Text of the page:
MITRE ATT&CK® stands for MITRE Adversarial Tactics, Techniques, and Common Knowledge (ATT&CK). The MITRE ATT&CK framework is a curated knowledge base and model for cyber adversary behavior, reflecting the various phases of an adversary's attack lifecycle and the platforms they are known to target. The tactics and techniques abstraction in the model provide a common taxonomy of individual adversary actions understood by both offensive and defensive sides of cybersecurity. It also provides an appropriate level of categorization for adversary action and specific ways of defending against it.
The behavioral model presented by ATT&CK contains the following core components:
MITRE ATT&CK was created in 2013 as a result of MITRE's Fort Meade Experiment (FMX) where researchers emulated both adversary and defender behavior in an effort to improve post-compromise detection of threats through telemetry sensing and behavioral analysis. The key question for the researchers was "How well are we doing at detecting documented adversary behavior?" To answer that question, the researchers developed ATT&CK, which was used as a tool to categorize adversary behavior.
MITRE ATT&CK now has three iterations:
Focuses on adversarial behavior in Windows, Mac, Linux, and Cloud environments.
Focuses on adversarial behavior on iOS and Android operating systems.
Focuses on describing the actions an adversary may take while operating within an ICS network.
MITRE ATT&CK is used worldwide across multiple disciplines including intrusion detection, threat hunting, security engineering, threat intelligence, red teaming, and risk management. 
The MITRE ATT&CK matrix contains a set of techniques used by adversaries to accomplish a specific objective. Those objectives are categorized as tactics in the ATT&CK Matrix. The objectives are presented linearly from the point of reconnaissance to the final goal of exfiltration or "impact". Looking at the broadest version of ATT&CK for Enterprise, which includes Windows, macOS, Linux, PRE, Azure AD, Office 365, Google Workspace, SaaS, IaaS, Network, and Containers, the following adversary tactics are categorized:
Within each tactic of the MITRE ATT&CK matrix there are adversary techniques, which describe the actual activity carried out by the adversary. Some techniques have sub-techniques that explain how an adversary carries out a specific technique in greater detail. The full ATT&CK Matrix for Enterprise from the MITRE ATT&CK navigator is represented below:
MITRE ATT&CK for Enterprise, 2021
Within the MITRE ATT&CK for Enterprise matrix you will find a subsection, the MITRE ATT&CK for Cloud matrix, that contains a subset of the tactics and techniques from the broader ATT&CK Enterprise matrix. The MITRE ATT&CK Cloud matrix is different from the rest of the Enterprise Matrix because adversary behavior and the techniques used in a cloud attack do not follow the same playbook as attacks on Windows, macOS, Linux, or other enterprise environments.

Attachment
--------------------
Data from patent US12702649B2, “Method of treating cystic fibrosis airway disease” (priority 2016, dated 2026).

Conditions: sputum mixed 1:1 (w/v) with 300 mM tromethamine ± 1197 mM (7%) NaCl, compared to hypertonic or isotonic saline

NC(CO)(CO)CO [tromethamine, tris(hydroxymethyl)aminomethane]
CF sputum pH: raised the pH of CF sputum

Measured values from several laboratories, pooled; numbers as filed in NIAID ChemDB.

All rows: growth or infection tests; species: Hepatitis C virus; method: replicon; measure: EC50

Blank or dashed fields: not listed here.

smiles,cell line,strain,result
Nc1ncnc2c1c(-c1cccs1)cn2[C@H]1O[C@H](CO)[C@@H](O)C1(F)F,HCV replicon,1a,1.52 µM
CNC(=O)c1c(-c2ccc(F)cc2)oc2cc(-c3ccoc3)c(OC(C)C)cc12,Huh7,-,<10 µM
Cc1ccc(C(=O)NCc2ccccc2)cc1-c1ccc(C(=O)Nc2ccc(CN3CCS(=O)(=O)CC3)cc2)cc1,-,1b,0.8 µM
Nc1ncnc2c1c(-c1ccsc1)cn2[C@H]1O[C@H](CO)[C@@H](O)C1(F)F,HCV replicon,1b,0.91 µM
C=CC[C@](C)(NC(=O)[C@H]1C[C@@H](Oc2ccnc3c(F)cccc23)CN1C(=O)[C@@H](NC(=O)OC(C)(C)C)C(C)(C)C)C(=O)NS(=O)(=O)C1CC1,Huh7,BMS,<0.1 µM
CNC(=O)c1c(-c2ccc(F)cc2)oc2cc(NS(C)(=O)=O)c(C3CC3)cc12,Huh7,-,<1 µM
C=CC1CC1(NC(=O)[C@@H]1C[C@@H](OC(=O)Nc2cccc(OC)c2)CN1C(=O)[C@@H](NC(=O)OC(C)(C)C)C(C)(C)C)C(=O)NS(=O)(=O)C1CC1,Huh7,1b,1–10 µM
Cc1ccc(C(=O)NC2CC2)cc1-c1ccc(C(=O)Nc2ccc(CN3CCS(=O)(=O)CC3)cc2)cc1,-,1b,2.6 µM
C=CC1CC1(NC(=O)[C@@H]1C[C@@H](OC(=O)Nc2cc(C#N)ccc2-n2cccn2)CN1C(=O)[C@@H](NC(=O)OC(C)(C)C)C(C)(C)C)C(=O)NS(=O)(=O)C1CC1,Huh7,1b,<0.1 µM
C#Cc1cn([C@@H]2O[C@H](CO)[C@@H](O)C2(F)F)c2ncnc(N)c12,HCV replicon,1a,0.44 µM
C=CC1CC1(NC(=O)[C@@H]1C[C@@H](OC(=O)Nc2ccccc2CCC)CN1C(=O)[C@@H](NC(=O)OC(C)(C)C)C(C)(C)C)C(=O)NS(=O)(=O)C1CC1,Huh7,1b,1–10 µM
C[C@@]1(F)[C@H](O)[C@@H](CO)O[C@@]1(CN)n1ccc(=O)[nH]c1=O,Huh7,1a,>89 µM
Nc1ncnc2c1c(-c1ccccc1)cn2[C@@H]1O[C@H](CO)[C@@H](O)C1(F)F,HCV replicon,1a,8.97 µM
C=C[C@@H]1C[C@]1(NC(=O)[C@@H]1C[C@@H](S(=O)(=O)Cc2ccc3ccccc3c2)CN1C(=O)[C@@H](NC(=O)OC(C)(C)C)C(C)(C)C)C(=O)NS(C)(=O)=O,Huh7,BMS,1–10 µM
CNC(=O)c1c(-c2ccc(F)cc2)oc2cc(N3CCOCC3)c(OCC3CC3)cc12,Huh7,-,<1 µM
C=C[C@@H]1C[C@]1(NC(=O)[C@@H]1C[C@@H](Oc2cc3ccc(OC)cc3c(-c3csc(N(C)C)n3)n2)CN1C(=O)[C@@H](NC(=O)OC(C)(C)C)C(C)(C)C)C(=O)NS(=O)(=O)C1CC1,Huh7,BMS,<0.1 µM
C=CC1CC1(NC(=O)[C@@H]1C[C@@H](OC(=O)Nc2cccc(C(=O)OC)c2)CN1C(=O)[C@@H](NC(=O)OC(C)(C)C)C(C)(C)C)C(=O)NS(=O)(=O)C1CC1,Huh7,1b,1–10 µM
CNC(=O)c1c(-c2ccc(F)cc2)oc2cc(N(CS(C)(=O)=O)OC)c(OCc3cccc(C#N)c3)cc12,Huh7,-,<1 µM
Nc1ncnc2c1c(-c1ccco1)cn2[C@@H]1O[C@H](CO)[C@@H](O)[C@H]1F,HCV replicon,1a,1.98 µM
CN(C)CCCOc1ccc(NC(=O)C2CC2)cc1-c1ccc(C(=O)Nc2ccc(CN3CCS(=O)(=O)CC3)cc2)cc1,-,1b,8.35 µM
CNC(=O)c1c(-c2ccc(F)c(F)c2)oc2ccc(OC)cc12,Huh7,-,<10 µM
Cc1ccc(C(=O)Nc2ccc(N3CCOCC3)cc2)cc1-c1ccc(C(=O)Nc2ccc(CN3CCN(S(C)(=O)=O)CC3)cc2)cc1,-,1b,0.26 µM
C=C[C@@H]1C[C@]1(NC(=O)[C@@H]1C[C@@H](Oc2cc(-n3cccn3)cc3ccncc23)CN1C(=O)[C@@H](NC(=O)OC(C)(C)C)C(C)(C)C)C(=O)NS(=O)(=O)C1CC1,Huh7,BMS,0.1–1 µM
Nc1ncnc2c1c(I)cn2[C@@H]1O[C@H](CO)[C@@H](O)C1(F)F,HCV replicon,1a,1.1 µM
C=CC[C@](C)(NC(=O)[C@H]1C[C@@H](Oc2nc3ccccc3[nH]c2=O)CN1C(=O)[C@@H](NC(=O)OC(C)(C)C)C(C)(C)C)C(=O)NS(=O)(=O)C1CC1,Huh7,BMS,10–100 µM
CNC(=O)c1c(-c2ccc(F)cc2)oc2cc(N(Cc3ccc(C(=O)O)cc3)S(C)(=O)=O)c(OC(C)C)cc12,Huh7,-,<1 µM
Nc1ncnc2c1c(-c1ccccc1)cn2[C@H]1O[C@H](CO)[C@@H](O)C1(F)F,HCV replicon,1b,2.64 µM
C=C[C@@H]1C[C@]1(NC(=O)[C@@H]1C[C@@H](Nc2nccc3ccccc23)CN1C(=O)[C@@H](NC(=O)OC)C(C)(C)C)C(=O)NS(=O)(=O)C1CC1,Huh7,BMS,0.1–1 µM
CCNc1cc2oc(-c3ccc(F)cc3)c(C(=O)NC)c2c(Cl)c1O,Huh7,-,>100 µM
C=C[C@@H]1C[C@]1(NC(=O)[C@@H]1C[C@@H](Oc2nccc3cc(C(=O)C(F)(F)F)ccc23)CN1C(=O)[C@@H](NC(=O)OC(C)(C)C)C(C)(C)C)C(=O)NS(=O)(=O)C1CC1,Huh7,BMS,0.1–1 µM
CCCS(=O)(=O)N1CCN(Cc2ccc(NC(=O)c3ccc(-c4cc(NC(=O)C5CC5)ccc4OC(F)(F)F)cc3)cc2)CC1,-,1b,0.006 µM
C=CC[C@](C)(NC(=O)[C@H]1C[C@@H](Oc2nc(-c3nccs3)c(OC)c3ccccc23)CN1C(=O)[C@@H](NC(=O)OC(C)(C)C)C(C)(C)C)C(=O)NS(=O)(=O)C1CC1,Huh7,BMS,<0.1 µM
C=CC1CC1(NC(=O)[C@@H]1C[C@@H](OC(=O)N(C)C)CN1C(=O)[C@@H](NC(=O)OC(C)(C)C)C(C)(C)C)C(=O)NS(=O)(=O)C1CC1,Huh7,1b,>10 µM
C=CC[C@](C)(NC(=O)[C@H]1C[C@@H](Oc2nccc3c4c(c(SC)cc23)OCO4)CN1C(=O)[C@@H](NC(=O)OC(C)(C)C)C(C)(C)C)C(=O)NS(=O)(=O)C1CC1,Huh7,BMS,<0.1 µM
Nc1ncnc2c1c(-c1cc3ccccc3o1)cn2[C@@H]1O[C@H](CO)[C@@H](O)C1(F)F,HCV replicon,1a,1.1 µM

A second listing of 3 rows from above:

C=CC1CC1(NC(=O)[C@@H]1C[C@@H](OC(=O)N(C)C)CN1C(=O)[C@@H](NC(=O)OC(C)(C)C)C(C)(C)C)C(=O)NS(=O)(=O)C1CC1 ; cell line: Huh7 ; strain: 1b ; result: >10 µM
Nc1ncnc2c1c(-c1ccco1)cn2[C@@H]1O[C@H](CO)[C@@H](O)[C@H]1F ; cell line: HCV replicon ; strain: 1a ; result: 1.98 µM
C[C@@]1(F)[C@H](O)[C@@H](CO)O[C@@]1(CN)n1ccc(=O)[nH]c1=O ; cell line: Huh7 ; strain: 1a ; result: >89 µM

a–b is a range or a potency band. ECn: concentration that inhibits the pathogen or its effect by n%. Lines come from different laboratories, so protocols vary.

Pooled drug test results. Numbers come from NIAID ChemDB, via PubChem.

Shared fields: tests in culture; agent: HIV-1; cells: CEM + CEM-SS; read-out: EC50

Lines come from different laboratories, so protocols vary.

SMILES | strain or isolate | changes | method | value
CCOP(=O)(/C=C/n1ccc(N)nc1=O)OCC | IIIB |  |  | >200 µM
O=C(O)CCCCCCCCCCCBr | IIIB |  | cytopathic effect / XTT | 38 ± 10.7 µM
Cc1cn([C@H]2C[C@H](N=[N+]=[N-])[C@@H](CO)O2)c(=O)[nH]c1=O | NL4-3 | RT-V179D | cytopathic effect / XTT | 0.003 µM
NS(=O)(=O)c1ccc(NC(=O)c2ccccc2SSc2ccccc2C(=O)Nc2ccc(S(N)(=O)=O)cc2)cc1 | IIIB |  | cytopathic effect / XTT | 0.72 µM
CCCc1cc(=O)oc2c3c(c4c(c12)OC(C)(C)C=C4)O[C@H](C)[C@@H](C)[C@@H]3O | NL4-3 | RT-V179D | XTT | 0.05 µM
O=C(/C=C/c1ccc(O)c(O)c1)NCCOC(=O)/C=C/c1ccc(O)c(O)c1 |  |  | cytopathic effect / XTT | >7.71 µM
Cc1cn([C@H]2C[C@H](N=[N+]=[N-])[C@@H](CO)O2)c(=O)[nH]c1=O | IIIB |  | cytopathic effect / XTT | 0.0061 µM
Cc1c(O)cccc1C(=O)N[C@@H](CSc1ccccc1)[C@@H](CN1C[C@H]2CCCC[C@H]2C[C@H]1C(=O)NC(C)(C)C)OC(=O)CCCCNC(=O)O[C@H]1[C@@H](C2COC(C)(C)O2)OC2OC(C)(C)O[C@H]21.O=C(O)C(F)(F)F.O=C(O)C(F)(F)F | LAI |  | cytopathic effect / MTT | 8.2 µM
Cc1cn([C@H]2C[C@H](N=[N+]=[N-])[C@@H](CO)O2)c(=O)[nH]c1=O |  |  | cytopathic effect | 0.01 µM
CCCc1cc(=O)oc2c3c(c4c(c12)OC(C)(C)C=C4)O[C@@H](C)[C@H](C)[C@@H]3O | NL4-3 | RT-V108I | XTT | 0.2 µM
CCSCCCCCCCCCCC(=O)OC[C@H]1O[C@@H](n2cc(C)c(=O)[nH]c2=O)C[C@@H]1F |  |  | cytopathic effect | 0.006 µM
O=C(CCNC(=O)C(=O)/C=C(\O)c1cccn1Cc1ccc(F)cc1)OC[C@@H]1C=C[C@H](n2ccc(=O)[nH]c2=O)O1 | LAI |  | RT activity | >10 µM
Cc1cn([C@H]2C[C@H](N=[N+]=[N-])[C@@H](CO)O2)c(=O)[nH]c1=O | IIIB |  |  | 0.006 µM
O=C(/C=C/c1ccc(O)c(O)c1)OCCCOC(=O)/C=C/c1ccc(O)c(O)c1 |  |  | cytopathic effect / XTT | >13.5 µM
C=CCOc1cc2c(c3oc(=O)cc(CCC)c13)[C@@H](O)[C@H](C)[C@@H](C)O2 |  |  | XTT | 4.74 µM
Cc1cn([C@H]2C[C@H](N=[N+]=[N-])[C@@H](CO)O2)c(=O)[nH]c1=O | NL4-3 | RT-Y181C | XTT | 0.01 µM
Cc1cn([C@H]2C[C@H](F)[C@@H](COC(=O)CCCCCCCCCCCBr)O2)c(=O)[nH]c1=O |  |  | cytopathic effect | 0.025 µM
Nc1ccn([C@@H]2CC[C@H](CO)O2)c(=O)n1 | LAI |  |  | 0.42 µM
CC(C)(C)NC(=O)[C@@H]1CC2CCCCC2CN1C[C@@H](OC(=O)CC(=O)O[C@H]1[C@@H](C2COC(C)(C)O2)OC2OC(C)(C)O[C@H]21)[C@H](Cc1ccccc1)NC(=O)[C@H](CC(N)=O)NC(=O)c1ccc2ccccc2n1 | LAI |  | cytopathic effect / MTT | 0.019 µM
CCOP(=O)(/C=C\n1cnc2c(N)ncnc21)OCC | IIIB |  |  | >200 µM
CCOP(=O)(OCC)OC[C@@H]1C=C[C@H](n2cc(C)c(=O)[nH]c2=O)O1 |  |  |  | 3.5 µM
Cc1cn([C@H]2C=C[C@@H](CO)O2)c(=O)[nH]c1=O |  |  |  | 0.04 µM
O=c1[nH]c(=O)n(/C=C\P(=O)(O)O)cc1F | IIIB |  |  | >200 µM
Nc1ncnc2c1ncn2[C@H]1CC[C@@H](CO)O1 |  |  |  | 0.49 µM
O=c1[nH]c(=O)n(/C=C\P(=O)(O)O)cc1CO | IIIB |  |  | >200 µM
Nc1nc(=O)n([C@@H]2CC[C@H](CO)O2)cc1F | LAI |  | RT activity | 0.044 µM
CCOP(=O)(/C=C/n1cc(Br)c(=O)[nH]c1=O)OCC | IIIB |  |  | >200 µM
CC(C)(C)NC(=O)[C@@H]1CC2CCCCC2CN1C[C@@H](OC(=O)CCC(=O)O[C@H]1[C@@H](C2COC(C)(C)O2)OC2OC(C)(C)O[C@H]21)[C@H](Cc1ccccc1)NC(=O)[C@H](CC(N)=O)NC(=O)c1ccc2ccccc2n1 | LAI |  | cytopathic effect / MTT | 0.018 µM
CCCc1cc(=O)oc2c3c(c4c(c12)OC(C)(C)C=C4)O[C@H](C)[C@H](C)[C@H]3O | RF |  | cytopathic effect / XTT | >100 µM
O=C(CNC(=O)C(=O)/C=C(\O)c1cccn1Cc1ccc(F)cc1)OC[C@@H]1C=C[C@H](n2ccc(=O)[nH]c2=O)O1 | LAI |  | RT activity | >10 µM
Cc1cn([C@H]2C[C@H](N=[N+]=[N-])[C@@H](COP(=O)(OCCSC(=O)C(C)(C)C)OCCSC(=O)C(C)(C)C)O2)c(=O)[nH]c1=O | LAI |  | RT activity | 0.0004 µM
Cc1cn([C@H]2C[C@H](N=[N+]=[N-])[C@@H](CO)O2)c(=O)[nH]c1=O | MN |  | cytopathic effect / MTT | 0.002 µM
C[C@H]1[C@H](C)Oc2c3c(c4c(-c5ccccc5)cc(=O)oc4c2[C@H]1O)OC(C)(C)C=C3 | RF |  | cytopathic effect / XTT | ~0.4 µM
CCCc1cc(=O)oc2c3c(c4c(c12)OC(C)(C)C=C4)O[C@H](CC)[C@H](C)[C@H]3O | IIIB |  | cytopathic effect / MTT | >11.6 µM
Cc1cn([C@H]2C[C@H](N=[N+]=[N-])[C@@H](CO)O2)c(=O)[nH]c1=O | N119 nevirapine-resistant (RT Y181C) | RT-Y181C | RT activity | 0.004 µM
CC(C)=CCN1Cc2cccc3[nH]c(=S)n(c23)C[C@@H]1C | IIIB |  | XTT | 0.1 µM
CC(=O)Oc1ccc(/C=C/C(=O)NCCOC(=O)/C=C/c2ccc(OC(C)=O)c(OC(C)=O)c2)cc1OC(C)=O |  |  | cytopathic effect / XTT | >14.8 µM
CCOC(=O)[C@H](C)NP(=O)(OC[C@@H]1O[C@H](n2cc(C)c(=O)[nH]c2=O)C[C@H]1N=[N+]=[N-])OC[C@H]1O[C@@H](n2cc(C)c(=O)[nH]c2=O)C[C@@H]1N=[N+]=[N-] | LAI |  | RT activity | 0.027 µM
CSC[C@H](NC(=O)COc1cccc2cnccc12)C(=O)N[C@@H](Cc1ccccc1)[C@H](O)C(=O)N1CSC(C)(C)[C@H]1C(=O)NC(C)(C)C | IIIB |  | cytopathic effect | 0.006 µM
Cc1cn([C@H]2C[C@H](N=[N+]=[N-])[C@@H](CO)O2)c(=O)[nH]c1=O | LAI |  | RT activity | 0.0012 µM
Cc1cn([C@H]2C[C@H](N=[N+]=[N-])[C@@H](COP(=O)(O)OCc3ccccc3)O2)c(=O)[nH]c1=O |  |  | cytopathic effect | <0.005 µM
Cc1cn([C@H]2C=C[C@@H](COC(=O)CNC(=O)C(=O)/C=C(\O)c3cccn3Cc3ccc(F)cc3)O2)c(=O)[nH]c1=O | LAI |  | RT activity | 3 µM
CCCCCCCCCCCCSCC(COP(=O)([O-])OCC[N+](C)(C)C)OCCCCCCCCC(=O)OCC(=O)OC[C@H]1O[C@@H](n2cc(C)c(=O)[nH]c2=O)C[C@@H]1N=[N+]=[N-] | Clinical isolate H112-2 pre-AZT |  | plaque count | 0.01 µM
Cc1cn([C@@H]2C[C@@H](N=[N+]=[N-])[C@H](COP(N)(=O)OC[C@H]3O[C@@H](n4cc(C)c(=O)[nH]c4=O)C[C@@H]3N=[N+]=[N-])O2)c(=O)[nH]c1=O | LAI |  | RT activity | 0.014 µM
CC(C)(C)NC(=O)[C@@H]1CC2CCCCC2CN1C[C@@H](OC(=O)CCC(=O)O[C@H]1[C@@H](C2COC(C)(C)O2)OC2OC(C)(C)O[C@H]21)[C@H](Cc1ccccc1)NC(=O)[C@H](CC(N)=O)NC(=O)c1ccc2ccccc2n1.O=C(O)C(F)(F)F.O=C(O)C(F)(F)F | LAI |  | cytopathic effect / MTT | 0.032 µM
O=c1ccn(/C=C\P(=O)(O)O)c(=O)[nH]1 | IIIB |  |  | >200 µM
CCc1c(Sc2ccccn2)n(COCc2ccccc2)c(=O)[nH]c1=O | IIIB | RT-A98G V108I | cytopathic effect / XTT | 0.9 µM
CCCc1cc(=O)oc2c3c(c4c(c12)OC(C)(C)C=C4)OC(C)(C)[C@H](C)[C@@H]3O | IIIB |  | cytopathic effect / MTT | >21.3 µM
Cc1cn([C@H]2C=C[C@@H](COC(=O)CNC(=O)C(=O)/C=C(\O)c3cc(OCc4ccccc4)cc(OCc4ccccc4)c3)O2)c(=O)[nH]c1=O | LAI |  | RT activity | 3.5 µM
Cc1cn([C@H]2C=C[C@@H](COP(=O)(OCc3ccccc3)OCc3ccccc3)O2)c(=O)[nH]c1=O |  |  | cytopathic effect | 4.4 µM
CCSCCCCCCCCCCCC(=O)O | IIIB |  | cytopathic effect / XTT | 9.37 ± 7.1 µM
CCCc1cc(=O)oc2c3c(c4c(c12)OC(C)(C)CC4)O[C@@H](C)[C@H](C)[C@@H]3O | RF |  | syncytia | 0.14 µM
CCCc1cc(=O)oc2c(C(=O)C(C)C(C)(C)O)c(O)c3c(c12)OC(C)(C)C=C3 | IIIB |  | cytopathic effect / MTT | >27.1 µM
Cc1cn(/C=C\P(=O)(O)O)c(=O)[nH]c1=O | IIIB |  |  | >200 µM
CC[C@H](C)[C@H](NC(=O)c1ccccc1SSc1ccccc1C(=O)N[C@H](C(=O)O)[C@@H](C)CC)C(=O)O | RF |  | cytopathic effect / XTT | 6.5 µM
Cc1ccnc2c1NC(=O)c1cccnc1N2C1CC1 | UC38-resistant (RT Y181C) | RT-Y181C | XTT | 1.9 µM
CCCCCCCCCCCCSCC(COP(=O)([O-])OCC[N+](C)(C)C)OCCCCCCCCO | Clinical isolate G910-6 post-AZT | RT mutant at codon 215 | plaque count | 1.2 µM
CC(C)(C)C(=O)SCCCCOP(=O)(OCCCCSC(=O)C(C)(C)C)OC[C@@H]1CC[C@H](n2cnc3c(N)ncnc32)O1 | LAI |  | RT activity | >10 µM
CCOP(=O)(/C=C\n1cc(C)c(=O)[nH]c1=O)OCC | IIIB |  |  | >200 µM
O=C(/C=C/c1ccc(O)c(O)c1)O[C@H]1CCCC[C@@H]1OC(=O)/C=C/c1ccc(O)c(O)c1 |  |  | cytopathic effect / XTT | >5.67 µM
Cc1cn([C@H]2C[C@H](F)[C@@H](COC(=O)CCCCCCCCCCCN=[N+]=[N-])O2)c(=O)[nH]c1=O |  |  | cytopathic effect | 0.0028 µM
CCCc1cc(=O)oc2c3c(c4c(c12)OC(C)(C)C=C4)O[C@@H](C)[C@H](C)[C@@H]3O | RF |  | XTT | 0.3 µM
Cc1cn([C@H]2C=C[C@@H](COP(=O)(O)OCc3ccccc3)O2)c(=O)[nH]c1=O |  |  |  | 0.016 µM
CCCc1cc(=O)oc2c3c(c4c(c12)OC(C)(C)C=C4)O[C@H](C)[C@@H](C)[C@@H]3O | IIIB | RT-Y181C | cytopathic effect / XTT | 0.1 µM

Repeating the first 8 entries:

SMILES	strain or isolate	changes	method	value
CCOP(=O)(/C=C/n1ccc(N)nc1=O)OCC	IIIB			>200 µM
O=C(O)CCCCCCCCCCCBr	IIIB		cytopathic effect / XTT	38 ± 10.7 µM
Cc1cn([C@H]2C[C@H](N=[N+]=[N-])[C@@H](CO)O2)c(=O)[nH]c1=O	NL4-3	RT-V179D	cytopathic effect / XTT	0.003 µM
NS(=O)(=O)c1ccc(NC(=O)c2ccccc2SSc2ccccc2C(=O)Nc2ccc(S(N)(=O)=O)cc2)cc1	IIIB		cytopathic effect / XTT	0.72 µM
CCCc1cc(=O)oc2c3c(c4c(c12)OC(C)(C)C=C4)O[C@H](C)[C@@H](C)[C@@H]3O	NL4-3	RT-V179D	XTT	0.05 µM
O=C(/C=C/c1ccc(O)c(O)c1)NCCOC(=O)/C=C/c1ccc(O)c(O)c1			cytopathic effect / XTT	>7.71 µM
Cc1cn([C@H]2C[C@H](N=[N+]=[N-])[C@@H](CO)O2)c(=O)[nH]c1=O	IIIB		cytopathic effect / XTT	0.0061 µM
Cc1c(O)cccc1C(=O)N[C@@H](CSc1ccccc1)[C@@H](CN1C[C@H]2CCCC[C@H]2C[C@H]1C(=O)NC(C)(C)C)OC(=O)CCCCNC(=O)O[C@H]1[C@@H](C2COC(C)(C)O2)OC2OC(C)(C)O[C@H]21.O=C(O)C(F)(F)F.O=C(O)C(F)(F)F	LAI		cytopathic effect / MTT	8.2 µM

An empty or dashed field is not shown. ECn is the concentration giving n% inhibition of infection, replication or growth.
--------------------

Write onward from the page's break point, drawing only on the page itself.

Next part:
MITRE ATT&CK techniques in Windows, macOS, Linux, and other related environments typically involve malware and entering a network that is owned and operated by the target organization.
MITRE ATT&CK techniques in AWS, Azure, Office 365, and other related environments do not typically involve malware, as the target environment is owned and operated by a third-party cloud service provider like Microsoft or Amazon. Without the ability to enter the victim's environment, the adversary will most often leverage native features of the CSP to enter the target victim's account, escalate privileges, move laterally, and exfiltrate data. An example of adversary behavior using the ATT&CK for Cloud framework is illustrated in the following example techniques:
Uses stolen credentials to create a new account
Adversary spear-phishes the victim, gaining credentials to AWS
Uses valid account to change access permissions
Creates a new VM instance to bypass firewall rules
Steals access token to a database
Locates target database
Uses application access token to access database
Mines information from the database
Exfiltrates to adversary account in AWS
The entire ATT&CK for Cloud matrix can be seen below which shows its subset of the ATT&CK for Enterprise matrix tactics and techniques:
MITRE ATT&CK for Cloud, 2021
MITRE ATT&CK for Containers, 2021
The Lockheed Martin Cyber Kill Chain® is another well-known framework for understanding adversary behavior in a cyber-attack. The Kill Chain model contains the following stages, presented in sequence:
Lockheed Martin gives more detail on their Cyber Kill Chain framework in this graphic. 
There are two primary differences between MITRE ATT&CK and Cyber Kill Chain.
The MITRE ATT&CK framework can help an organization in several ways. In general, the following are applicable benefits to adopting MITRE ATT&CK:
Implementing MITRE ATT&CK typically involves either manual mapping or integration with cybersecurity tools, the most common of which are Security Information and Event Management (SIEM), Endpoint Detection and Response (EDR), and Cloud Access Security Broker (CASB).
Using MITRE ATT&CK with a SIEM involves aggregating log data from endpoints, networks, and cloud services, identifying threats and mapping them to MITRE ATT&CK. Changes to security posture are then conducted in the security tools providing their log data, (i.e., EDR or CASB).
Using MITRE ATT&CK with EDR involves mapping events observed by the endpoint agent, allowing defenders to determine the phases of a threat event, assess associated risk, and prioritize response.
Trellix has participated in all MITRE ATT&CK evaluations